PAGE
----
It should also be noted that while it will be obvious to those skilled in the art that memories 108, 110 and 112 could readily all consist of portions of a single memory device there are advantages to using a replaceable PROM. In particular, as names of countries change or postal service between countries changes, replacement PROMs may be provided from a central source without the need to reprogram each system in use.
Turning to FIG. 3, there is shown a conventional keyboard 12 used with prior art postage metering systems. Such keyboards include a plurality of special function keys, numeric keys and clear and print keys. To simplify operation of the postage metering system, as well as to reduce costs, functional keys are used in place of a full alphanumeric keyboard. Thus, when non-numeric information, such as the name of a destination country, is entered, it must be entered as a numeric code. Keyboard 12 also includes a limited numeric display for displaying item weight, mailing zone and a dollar value or other numeric values.
In general, the operation of prior art mailing systems using such keyboards is well known and is described in the above-incorporated U.S. patents. However, operation of the postage metering system of the subject invention will be described in conjunction with FIGS. 4-9 to illustrate the display feature of the subject invention. As an example, consider a postal service customer who wishes to mail a package airmail, certified to Afghanistan. When the customer approaches the postal window, he observes display CRT 118 showing only a blank format on the screen, as shown in FIG. 4. The customer then gives the package to the clerk/operator with appropriate mailing instructions. The clerk/operator places the package on the scale and subsystem processor 14 transfers the weight information to system processor 10 which displays it on the keyboard 12 in a known manner described in the above-incorporated U.S. patents. System processor 10 also transfers the weight to display subsystem 100 which displays it as shown in FIG. 5. The clerk/operator then depresses the International Air key and system processor identifies the class of service requested and transmits a code identifying the class to display system 100. Under control of the program stored in memory 108, display processor matches the requested class with appropriate alphanumeric data codes in PROM 110 and displays this information as shown in FIG. 6. At this point, the operator must enter the appropriate country code as a three digit number. System processor 10 now proceeds to determine the applicable base fee in accordance with a known routine as disclosed in incorporated U.S. Pat. No. 4,286,325. System processor 10 also transmits the country code, base fee and total fee to display subsystem 100 and display processor 104 matches the country code with the appropriate alphanumeric data stored in PROM 110 and displays the information as shown in FIG. 7.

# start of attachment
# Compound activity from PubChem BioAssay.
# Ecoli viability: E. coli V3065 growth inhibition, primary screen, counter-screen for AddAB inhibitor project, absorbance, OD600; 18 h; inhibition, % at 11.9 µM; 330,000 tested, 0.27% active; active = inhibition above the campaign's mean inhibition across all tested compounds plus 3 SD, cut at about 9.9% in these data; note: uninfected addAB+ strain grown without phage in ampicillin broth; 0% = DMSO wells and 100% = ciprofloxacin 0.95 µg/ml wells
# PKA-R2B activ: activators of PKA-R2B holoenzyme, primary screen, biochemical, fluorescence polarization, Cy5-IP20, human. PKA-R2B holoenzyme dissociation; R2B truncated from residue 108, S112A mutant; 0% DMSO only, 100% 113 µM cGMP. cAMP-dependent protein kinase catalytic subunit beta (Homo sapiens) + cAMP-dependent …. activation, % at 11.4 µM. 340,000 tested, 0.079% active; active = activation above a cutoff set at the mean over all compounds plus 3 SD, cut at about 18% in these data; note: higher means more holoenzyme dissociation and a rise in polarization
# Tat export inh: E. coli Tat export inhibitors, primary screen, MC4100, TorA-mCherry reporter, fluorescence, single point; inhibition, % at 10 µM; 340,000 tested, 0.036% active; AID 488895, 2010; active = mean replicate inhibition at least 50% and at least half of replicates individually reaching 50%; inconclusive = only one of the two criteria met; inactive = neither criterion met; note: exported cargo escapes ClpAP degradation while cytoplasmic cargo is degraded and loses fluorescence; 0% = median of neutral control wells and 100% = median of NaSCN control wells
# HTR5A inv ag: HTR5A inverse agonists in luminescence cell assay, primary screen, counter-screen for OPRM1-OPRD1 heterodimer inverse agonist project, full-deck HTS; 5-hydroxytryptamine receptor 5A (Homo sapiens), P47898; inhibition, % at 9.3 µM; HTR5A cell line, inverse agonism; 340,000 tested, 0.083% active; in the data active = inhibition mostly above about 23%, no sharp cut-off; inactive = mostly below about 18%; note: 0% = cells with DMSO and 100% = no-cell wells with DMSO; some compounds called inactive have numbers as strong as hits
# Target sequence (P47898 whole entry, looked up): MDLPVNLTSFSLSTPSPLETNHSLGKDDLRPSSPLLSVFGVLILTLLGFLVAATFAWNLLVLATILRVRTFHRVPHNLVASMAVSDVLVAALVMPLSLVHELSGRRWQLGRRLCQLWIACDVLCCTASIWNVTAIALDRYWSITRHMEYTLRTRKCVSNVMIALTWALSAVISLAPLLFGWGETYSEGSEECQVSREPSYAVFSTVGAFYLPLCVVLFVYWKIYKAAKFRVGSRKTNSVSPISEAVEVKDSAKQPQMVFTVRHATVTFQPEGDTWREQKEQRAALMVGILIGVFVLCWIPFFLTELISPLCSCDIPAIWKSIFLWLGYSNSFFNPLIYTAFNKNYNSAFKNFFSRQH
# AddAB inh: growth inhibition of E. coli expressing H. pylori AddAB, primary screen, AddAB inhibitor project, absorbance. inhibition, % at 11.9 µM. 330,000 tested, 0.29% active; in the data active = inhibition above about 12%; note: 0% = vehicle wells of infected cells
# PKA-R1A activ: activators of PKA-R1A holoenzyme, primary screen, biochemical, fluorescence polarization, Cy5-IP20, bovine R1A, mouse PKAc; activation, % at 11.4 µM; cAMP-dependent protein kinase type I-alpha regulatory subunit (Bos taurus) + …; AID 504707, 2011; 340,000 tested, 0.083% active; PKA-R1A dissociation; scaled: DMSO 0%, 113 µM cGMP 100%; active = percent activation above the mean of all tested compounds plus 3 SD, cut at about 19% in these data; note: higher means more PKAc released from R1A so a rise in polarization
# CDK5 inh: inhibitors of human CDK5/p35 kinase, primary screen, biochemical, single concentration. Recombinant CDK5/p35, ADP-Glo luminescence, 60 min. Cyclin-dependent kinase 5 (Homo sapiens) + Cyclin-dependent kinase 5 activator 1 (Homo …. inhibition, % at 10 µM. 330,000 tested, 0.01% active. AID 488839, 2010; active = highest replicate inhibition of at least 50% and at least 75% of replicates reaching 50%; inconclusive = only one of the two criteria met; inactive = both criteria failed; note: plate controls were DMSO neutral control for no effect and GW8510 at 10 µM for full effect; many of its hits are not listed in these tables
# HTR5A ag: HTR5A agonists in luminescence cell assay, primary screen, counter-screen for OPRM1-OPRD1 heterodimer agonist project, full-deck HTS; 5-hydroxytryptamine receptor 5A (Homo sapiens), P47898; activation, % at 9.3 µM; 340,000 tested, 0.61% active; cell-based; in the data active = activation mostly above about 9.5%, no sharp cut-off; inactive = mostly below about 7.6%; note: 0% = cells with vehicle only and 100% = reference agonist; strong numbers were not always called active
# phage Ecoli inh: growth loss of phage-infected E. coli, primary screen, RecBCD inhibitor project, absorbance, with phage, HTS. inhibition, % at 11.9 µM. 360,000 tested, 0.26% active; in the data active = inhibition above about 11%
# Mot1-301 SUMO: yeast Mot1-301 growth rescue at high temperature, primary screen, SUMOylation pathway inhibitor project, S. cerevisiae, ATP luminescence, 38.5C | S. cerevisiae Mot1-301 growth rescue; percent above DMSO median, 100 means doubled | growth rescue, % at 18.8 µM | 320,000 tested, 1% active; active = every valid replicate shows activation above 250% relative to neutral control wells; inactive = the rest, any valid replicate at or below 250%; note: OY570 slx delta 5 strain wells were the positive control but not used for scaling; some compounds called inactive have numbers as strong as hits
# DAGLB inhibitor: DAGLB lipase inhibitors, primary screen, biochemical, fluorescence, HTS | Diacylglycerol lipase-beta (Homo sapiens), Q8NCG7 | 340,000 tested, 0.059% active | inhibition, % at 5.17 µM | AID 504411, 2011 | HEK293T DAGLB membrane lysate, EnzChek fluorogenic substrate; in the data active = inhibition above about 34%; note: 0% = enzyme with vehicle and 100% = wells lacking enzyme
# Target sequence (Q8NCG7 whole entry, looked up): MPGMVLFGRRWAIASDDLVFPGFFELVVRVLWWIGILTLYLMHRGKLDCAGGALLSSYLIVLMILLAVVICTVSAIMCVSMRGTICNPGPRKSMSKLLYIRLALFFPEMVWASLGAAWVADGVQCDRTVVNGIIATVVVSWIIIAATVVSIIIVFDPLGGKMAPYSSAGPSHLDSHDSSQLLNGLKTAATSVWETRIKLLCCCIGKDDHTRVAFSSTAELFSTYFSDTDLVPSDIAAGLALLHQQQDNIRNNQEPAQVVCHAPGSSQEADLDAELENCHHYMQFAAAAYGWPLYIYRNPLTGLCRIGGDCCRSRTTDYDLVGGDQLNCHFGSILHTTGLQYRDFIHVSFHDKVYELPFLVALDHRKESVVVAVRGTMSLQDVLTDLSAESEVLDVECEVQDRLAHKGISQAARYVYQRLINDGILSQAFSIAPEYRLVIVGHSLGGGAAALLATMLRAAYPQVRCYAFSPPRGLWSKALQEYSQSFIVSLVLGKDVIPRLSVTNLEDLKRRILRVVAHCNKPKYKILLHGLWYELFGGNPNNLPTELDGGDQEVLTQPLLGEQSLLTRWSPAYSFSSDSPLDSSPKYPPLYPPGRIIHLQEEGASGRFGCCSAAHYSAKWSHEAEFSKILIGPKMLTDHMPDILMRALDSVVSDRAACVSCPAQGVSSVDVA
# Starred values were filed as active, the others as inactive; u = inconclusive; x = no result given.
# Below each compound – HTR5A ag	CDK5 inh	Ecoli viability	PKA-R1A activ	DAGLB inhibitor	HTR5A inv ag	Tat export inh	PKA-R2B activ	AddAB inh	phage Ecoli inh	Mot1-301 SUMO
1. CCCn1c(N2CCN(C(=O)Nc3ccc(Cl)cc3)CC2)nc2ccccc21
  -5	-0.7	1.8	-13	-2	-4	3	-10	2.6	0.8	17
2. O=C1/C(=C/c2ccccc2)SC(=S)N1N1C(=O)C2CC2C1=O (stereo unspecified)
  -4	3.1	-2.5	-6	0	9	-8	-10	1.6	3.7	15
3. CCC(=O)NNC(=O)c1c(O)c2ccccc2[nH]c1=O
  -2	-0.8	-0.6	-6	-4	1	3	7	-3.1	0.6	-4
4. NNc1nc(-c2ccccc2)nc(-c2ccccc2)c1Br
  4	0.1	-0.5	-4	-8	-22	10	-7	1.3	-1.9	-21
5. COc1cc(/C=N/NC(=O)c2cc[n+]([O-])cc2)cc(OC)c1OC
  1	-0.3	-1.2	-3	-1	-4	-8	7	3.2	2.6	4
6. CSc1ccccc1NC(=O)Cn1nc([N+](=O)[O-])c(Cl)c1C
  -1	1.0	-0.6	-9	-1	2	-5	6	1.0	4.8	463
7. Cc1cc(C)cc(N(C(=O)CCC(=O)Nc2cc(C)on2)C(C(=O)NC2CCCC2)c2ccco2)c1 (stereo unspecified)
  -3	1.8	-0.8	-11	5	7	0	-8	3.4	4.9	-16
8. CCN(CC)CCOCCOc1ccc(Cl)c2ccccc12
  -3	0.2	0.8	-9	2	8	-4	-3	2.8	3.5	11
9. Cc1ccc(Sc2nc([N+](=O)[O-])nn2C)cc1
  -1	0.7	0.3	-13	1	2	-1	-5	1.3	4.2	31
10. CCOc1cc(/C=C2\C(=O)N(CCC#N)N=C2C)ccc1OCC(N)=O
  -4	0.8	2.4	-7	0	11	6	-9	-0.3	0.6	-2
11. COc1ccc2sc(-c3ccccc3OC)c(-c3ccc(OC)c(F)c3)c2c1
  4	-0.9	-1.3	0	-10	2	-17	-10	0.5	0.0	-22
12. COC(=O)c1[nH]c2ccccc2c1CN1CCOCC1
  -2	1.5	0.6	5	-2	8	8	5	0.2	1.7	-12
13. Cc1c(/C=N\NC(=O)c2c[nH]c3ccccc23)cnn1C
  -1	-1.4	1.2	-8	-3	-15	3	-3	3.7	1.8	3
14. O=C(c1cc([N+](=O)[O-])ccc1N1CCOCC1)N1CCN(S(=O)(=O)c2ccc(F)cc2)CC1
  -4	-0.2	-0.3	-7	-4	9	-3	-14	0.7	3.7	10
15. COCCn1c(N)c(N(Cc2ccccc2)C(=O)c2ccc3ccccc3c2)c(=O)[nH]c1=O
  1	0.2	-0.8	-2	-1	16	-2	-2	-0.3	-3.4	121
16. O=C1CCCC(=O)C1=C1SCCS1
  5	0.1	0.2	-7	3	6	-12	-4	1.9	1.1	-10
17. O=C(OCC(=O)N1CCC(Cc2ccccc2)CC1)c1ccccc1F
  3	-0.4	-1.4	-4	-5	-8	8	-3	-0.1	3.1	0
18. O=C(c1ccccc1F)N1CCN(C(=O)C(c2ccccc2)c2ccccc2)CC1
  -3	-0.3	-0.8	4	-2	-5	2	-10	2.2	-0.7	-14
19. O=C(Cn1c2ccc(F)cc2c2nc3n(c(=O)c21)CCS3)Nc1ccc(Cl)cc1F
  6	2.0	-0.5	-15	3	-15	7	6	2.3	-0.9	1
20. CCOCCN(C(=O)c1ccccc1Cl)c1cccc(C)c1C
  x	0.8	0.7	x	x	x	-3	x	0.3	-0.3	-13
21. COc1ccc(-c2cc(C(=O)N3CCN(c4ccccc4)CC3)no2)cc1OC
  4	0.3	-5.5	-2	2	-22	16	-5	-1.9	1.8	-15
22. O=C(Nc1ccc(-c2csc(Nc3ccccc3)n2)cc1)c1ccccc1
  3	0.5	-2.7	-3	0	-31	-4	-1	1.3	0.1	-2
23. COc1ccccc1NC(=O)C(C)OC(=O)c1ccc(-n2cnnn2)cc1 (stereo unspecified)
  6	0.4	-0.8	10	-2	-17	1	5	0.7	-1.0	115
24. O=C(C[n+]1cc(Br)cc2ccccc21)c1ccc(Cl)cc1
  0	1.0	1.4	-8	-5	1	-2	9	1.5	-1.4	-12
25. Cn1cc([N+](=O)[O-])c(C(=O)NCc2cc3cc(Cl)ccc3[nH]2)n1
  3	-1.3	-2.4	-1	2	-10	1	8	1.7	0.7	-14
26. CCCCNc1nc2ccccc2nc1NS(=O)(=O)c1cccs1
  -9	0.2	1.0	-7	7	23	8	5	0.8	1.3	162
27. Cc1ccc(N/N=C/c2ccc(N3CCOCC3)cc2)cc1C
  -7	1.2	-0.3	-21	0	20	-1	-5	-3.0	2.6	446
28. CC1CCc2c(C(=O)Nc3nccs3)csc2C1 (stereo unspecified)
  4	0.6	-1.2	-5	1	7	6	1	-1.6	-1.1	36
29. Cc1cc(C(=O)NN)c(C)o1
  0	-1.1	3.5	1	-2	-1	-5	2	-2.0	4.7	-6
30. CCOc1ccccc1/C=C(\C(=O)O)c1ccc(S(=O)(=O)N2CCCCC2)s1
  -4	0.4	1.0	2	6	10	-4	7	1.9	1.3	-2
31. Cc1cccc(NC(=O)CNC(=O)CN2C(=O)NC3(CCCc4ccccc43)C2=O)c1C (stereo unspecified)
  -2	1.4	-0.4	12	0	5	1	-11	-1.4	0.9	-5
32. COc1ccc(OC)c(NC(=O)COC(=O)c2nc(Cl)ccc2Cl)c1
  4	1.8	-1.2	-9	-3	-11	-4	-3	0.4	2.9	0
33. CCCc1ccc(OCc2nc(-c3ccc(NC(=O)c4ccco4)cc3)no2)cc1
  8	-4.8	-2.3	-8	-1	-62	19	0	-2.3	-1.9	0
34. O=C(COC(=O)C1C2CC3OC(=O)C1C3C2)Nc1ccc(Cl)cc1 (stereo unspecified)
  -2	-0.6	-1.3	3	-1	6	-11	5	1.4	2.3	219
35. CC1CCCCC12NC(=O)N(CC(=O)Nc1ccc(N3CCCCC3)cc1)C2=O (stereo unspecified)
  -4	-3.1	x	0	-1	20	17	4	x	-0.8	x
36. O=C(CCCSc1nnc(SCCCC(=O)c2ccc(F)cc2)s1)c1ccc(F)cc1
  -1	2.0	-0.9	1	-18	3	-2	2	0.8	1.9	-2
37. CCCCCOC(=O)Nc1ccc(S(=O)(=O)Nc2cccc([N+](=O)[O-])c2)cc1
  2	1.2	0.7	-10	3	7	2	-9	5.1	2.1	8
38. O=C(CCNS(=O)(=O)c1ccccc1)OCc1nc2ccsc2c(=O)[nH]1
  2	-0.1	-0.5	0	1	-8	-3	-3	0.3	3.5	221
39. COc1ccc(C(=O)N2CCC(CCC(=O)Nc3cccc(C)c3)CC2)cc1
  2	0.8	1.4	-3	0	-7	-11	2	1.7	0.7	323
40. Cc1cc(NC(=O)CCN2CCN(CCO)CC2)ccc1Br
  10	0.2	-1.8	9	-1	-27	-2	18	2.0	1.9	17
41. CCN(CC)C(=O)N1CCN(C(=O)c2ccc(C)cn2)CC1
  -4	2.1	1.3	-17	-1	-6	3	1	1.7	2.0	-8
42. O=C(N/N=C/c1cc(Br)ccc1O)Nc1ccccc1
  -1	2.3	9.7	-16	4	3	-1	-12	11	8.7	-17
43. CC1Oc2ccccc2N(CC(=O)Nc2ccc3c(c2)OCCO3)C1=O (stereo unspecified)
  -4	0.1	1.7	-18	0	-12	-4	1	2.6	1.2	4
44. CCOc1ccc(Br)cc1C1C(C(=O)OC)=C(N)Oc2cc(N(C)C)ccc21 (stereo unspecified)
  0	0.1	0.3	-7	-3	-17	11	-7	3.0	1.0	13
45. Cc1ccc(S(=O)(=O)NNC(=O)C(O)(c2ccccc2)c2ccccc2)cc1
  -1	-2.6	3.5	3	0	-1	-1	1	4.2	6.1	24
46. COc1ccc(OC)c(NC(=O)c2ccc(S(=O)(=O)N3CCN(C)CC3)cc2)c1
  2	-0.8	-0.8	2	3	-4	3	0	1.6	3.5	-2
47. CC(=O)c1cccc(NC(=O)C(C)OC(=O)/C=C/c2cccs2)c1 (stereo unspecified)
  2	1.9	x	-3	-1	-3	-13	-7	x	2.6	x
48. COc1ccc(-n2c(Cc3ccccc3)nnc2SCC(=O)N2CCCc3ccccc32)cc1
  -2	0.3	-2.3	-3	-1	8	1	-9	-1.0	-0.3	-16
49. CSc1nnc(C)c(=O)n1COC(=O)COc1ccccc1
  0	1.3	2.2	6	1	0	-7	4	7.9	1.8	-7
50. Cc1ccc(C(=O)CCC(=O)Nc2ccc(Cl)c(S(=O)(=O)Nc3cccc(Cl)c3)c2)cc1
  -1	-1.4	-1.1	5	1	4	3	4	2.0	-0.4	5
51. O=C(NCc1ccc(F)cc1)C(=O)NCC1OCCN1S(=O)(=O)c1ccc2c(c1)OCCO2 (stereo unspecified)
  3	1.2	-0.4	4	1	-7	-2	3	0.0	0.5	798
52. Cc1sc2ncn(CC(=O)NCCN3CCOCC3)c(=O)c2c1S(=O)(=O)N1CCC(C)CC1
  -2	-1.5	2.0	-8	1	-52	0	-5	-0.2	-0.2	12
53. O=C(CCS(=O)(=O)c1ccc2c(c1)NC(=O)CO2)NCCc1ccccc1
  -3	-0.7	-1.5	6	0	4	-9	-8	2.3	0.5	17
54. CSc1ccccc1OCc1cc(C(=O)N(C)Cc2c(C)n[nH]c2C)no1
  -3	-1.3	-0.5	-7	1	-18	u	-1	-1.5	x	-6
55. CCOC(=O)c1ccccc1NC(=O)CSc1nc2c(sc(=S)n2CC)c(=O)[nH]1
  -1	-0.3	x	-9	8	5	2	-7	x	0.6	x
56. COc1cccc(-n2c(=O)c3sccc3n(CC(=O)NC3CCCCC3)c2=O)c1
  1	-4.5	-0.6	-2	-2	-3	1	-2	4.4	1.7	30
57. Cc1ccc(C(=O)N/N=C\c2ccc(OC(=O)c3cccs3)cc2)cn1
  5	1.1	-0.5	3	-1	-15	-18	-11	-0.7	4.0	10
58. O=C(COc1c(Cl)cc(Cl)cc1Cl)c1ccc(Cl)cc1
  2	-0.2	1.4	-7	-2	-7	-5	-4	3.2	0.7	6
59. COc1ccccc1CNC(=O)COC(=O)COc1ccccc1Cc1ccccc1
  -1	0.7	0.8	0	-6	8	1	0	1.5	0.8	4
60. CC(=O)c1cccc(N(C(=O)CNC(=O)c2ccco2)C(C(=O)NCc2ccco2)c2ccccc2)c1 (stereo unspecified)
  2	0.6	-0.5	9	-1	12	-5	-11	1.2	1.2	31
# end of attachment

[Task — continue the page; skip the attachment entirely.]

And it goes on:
Assuming for a moment the operator erred in entering the country code, the display might appear as shown in FIG. 7a. Display of an improper destination would alert the customer and the clerk/operator to the error and the erroneous entry could be cleared and the information re-entered. Note that without such a display such an error might well pass unnoticed.
Once the correct country code is entered and the base fee determined, the clerk/operator now depresses the "Certified" key and system processor 10 determines the appropriate special fee and transmits the amount and type of special fee to display subsystem 100 and display processor 104 again selects and displays the information as shown in FIG. 8. At this point, the display may also prompt the customer. In the example shown in FIG. 8 insurance is suggested.